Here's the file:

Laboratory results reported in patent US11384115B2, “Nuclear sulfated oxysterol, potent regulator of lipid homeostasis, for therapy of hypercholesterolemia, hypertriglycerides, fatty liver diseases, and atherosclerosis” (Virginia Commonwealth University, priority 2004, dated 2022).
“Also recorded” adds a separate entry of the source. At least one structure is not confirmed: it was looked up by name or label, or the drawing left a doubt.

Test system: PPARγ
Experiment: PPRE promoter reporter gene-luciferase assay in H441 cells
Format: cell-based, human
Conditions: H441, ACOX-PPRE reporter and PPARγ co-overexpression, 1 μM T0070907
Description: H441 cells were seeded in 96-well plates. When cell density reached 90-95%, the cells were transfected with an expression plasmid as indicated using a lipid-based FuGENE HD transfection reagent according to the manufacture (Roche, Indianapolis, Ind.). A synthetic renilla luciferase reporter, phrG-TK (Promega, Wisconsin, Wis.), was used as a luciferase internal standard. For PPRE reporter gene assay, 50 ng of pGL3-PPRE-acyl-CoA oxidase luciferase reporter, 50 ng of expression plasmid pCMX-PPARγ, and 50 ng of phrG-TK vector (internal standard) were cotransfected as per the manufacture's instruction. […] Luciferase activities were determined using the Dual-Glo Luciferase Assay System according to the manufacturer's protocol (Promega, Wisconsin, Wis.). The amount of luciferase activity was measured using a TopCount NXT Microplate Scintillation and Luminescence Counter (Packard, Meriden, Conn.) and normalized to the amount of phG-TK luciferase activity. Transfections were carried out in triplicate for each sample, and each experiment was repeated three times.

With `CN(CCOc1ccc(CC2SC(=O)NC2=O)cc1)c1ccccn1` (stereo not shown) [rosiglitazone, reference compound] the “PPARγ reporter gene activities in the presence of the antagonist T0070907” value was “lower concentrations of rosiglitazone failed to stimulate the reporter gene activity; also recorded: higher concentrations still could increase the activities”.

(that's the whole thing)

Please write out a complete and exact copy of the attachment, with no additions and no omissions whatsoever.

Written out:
Laboratory results reported in patent US11384115B2, “Nuclear sulfated oxysterol, potent regulator of lipid homeostasis, for therapy of hypercholesterolemia, hypertriglycerides, fatty liver diseases, and atherosclerosis” (Virginia Commonwealth University, priority 2004, dated 2022).
“Also recorded” adds a separate entry of the source. At least one structure is not confirmed: it was looked up by name or label, or the drawing left a doubt.

Test system: PPARγ
Experiment: PPRE promoter reporter gene-luciferase assay in H441 cells
Format: cell-based, human
Conditions: H441, ACOX-PPRE reporter and PPARγ co-overexpression, 1 μM T0070907
Description: H441 cells were seeded in 96-well plates. When cell density reached 90-95%, the cells were transfected with an expression plasmid as indicated using a lipid-based FuGENE HD transfection reagent according to the manufacture (Roche, Indianapolis, Ind.). A synthetic renilla luciferase reporter, phrG-TK (Promega, Wisconsin, Wis.), was used as a luciferase internal standard. For PPRE reporter gene assay, 50 ng of pGL3-PPRE-acyl-CoA oxidase luciferase reporter, 50 ng of expression plasmid pCMX-PPARγ, and 50 ng of phrG-TK vector (internal standard) were cotransfected as per the manufacture's instruction. […] Luciferase activities were determined using the Dual-Glo Luciferase Assay System according to the manufacturer's protocol (Promega, Wisconsin, Wis.). The amount of luciferase activity was measured using a TopCount NXT Microplate Scintillation and Luminescence Counter (Packard, Meriden, Conn.) and normalized to the amount of phG-TK luciferase activity. Transfections were carried out in triplicate for each sample, and each experiment was repeated three times.

With `CN(CCOc1ccc(CC2SC(=O)NC2=O)cc1)c1ccccn1` (stereo not shown) [rosiglitazone, reference compound] the “PPARγ reporter gene activities in the presence of the antagonist T0070907” value was “lower concentrations of rosiglitazone failed to stimulate the reporter gene activity; also recorded: higher concentrations still could increase the activities”.